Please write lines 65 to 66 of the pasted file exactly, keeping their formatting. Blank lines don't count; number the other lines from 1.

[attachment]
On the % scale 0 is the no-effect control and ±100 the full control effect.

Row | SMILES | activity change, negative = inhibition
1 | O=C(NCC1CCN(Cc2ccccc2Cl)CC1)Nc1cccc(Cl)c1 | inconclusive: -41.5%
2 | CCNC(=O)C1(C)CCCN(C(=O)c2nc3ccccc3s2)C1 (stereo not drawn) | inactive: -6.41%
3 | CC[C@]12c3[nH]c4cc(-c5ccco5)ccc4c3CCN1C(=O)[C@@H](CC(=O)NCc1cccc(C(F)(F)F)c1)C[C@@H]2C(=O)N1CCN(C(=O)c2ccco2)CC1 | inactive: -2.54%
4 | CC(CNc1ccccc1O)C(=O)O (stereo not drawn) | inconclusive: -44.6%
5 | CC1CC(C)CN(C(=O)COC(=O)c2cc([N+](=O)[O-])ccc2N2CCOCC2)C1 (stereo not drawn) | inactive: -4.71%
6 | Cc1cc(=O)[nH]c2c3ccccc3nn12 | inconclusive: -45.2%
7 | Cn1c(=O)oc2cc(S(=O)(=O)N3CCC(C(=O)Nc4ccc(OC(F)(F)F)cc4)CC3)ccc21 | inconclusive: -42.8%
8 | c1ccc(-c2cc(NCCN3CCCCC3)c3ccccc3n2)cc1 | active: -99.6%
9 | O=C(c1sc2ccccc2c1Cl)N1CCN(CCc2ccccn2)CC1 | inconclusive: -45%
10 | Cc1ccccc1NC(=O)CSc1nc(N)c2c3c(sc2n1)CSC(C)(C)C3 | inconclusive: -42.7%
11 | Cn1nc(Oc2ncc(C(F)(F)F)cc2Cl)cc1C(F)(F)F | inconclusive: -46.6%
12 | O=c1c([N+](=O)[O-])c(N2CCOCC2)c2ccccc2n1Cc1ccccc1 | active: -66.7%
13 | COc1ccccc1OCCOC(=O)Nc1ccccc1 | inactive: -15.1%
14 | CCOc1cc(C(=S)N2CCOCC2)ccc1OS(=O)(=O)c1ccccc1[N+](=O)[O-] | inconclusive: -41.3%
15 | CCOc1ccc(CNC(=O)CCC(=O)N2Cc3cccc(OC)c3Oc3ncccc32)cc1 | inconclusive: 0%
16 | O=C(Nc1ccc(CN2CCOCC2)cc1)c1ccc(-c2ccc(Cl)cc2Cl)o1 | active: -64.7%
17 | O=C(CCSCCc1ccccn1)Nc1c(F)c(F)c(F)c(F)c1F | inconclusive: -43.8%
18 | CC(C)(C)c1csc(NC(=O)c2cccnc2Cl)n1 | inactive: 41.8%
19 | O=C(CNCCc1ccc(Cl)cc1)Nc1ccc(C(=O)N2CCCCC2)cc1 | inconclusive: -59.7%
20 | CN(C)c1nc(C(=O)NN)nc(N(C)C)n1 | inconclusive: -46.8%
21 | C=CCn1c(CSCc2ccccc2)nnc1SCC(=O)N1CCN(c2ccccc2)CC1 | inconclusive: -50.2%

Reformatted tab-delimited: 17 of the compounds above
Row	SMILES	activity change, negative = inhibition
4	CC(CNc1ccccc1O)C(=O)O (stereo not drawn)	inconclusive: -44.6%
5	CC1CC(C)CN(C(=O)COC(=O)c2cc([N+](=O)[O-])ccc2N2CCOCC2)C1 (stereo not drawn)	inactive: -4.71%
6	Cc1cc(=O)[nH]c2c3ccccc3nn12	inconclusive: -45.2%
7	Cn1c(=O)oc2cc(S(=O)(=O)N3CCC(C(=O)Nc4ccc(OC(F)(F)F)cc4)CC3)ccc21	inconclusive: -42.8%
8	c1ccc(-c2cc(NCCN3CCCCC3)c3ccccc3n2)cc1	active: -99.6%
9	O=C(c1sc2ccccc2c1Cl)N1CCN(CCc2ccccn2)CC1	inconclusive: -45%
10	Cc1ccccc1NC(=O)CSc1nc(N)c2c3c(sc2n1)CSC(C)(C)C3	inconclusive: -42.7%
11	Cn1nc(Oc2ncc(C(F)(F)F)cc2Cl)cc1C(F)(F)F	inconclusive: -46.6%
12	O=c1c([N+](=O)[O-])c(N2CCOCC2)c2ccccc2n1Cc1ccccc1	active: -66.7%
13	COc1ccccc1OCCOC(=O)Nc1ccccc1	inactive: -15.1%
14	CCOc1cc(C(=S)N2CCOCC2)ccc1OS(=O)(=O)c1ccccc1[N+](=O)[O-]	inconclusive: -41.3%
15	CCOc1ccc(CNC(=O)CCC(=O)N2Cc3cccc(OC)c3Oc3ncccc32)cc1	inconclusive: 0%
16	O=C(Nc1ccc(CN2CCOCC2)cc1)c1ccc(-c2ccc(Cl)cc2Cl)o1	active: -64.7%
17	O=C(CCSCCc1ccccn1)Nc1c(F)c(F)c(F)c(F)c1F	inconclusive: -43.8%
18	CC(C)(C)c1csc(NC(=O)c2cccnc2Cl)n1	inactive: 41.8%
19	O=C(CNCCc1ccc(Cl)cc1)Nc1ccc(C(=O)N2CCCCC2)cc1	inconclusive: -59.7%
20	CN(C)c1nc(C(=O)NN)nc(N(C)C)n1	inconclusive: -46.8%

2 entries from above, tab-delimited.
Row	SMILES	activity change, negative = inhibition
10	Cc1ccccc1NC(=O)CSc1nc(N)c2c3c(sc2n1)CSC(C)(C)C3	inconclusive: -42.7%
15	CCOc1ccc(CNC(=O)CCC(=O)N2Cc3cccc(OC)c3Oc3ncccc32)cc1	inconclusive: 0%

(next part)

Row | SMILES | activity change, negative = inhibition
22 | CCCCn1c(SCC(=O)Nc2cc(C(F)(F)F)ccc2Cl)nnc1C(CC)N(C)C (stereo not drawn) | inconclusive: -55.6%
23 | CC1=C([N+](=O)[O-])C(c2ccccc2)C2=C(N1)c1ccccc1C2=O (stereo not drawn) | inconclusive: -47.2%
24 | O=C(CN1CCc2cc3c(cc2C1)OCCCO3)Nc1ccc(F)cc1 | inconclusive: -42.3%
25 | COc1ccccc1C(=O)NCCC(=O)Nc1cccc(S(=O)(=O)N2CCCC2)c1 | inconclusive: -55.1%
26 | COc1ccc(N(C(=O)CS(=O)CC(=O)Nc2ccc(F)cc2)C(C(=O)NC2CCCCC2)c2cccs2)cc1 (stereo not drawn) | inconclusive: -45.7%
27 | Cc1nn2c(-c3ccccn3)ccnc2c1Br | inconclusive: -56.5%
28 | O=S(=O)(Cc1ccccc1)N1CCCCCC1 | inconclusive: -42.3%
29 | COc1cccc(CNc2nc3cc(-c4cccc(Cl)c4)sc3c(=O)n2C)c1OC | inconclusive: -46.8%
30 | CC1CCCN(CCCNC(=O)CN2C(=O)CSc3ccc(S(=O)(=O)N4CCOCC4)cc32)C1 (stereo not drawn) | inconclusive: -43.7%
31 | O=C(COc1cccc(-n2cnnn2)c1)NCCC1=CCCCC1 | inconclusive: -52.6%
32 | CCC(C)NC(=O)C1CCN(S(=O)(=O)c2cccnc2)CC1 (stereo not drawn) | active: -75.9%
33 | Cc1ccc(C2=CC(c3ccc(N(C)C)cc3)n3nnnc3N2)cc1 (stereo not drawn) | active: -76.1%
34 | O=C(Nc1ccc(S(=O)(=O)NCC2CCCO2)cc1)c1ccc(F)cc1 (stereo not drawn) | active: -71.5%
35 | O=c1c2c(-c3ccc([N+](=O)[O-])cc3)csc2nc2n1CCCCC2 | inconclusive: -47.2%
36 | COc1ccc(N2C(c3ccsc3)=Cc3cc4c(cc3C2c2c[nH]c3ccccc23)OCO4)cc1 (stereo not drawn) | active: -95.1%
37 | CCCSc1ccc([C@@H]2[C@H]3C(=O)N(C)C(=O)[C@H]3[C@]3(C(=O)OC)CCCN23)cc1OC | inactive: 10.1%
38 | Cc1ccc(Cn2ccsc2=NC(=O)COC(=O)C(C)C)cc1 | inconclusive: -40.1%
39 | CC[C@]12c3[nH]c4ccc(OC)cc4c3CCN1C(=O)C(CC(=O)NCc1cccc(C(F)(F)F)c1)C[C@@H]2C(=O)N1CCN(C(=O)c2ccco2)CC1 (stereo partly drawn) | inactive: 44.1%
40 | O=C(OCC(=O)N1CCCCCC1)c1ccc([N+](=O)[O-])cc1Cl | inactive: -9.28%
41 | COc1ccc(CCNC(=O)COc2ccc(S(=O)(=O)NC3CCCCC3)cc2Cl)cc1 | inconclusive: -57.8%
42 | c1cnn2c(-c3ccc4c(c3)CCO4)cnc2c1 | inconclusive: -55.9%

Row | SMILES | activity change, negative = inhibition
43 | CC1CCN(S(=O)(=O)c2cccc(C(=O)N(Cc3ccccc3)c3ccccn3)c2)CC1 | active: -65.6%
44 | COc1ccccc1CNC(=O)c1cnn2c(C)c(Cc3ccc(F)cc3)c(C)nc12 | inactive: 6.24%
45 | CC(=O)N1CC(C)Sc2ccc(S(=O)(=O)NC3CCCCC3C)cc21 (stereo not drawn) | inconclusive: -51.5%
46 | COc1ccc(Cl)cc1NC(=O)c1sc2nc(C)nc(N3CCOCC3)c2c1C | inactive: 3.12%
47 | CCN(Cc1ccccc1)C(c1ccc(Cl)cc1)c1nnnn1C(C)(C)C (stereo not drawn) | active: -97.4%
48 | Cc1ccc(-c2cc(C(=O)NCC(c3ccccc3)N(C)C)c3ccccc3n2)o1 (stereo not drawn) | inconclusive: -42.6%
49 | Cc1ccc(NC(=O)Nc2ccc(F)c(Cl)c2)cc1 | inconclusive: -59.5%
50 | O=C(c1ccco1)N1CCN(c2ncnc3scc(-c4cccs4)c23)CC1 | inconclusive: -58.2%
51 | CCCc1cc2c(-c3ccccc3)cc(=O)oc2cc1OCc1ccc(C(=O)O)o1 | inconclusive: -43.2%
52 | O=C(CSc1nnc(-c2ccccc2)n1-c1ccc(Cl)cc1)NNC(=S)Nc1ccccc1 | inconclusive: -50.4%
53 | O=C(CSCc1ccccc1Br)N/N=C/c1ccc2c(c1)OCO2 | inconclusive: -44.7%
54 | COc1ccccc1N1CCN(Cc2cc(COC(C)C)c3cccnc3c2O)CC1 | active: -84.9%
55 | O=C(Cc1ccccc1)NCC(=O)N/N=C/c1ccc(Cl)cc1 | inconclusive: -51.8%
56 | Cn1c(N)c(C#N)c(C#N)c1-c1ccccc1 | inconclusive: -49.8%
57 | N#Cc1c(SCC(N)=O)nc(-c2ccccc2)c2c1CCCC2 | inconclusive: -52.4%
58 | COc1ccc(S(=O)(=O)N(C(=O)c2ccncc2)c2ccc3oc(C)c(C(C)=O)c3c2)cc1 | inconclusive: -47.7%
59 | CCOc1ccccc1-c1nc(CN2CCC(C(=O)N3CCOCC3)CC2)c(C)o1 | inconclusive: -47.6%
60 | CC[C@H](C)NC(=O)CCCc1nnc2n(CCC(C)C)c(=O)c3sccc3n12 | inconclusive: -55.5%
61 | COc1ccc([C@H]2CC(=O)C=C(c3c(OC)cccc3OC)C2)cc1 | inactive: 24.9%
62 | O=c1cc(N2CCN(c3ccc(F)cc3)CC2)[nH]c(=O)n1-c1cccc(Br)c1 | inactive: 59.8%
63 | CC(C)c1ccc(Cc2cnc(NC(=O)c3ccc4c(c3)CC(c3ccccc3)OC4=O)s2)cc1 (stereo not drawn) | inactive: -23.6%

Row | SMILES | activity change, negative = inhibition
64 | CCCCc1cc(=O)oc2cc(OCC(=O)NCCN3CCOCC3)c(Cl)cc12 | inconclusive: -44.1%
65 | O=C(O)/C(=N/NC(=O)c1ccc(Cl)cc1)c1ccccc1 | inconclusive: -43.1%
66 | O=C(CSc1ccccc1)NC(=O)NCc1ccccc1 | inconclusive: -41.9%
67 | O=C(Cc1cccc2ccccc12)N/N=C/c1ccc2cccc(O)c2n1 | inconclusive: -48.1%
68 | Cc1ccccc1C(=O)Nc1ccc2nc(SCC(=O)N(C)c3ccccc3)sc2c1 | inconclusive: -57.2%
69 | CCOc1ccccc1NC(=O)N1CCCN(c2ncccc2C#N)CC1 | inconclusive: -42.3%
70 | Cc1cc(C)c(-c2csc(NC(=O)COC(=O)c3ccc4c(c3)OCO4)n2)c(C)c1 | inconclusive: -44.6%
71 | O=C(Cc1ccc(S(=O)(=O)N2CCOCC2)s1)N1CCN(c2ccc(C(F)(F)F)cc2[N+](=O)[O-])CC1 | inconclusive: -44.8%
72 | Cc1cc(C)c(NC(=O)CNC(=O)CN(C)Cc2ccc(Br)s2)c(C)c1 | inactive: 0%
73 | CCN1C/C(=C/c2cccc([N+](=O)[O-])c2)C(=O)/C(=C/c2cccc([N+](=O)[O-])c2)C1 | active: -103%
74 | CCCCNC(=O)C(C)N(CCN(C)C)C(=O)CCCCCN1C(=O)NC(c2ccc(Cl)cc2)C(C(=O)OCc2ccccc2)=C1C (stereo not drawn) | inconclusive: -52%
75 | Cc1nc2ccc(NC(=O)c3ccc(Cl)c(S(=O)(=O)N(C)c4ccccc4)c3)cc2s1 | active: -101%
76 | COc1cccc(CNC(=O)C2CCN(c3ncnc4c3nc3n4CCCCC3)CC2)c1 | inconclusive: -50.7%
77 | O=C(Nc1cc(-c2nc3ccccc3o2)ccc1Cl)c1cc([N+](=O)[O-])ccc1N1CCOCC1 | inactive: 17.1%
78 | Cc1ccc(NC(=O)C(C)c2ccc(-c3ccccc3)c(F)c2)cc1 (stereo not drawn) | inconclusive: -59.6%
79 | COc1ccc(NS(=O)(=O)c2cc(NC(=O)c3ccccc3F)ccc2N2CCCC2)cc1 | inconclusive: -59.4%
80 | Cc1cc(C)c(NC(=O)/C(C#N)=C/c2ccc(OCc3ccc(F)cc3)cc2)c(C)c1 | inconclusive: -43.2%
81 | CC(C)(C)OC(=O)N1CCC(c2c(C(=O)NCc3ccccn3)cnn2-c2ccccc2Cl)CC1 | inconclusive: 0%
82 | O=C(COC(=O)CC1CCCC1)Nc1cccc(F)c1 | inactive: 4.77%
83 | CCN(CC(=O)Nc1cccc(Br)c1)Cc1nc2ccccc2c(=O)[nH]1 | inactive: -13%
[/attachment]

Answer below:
38 | Cc1ccc(Cn2ccsc2=NC(=O)COC(=O)C(C)C)cc1 | inconclusive: -40.1%
39 | CC[C@]12c3[nH]c4ccc(OC)cc4c3CCN1C(=O)C(CC(=O)NCc1cccc(C(F)(F)F)c1)C[C@@H]2C(=O)N1CCN(C(=O)c2ccco2)CC1 (stereo partly drawn) | inactive: 44.1%